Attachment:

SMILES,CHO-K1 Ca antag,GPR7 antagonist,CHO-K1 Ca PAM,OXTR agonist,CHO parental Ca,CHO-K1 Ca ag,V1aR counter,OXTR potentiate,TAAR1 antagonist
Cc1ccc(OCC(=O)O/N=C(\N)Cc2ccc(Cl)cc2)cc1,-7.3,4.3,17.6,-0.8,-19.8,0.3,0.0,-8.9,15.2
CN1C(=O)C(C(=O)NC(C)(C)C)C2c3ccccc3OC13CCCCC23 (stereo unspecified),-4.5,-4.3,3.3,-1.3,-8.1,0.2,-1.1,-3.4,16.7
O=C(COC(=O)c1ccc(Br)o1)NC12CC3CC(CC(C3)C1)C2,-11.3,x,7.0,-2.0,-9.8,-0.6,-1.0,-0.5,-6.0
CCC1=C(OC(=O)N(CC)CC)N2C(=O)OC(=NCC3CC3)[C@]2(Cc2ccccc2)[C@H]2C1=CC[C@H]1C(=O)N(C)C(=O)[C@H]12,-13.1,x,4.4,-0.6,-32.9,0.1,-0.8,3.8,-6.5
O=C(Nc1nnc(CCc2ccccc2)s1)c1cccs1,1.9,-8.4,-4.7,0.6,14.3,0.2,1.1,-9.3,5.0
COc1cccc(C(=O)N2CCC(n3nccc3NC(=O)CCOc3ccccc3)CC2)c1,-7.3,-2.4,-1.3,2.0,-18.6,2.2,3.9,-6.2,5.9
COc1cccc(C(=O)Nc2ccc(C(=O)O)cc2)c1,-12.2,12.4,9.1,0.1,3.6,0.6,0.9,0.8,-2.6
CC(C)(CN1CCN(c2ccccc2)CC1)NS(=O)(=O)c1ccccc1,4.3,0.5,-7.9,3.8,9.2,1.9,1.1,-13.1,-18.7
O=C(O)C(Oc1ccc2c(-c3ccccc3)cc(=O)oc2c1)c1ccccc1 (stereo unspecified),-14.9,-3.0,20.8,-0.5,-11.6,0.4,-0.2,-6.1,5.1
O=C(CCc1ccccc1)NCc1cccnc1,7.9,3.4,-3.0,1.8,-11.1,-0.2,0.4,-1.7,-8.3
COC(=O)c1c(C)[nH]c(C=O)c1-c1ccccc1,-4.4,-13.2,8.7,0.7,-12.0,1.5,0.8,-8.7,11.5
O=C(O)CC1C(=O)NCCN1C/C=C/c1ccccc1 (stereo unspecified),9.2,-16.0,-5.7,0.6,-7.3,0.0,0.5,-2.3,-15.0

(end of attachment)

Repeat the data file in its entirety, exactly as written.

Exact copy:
SMILES,CHO-K1 Ca antag,GPR7 antagonist,CHO-K1 Ca PAM,OXTR agonist,CHO parental Ca,CHO-K1 Ca ag,V1aR counter,OXTR potentiate,TAAR1 antagonist
Cc1ccc(OCC(=O)O/N=C(\N)Cc2ccc(Cl)cc2)cc1,-7.3,4.3,17.6,-0.8,-19.8,0.3,0.0,-8.9,15.2
CN1C(=O)C(C(=O)NC(C)(C)C)C2c3ccccc3OC13CCCCC23 (stereo unspecified),-4.5,-4.3,3.3,-1.3,-8.1,0.2,-1.1,-3.4,16.7
O=C(COC(=O)c1ccc(Br)o1)NC12CC3CC(CC(C3)C1)C2,-11.3,x,7.0,-2.0,-9.8,-0.6,-1.0,-0.5,-6.0
CCC1=C(OC(=O)N(CC)CC)N2C(=O)OC(=NCC3CC3)[C@]2(Cc2ccccc2)[C@H]2C1=CC[C@H]1C(=O)N(C)C(=O)[C@H]12,-13.1,x,4.4,-0.6,-32.9,0.1,-0.8,3.8,-6.5
O=C(Nc1nnc(CCc2ccccc2)s1)c1cccs1,1.9,-8.4,-4.7,0.6,14.3,0.2,1.1,-9.3,5.0
COc1cccc(C(=O)N2CCC(n3nccc3NC(=O)CCOc3ccccc3)CC2)c1,-7.3,-2.4,-1.3,2.0,-18.6,2.2,3.9,-6.2,5.9
COc1cccc(C(=O)Nc2ccc(C(=O)O)cc2)c1,-12.2,12.4,9.1,0.1,3.6,0.6,0.9,0.8,-2.6
CC(C)(CN1CCN(c2ccccc2)CC1)NS(=O)(=O)c1ccccc1,4.3,0.5,-7.9,3.8,9.2,1.9,1.1,-13.1,-18.7
O=C(O)C(Oc1ccc2c(-c3ccccc3)cc(=O)oc2c1)c1ccccc1 (stereo unspecified),-14.9,-3.0,20.8,-0.5,-11.6,0.4,-0.2,-6.1,5.1
O=C(CCc1ccccc1)NCc1cccnc1,7.9,3.4,-3.0,1.8,-11.1,-0.2,0.4,-1.7,-8.3
COC(=O)c1c(C)[nH]c(C=O)c1-c1ccccc1,-4.4,-13.2,8.7,0.7,-12.0,1.5,0.8,-8.7,11.5
O=C(O)CC1C(=O)NCCN1C/C=C/c1ccccc1 (stereo unspecified),9.2,-16.0,-5.7,0.6,-7.3,0.0,0.5,-2.3,-15.0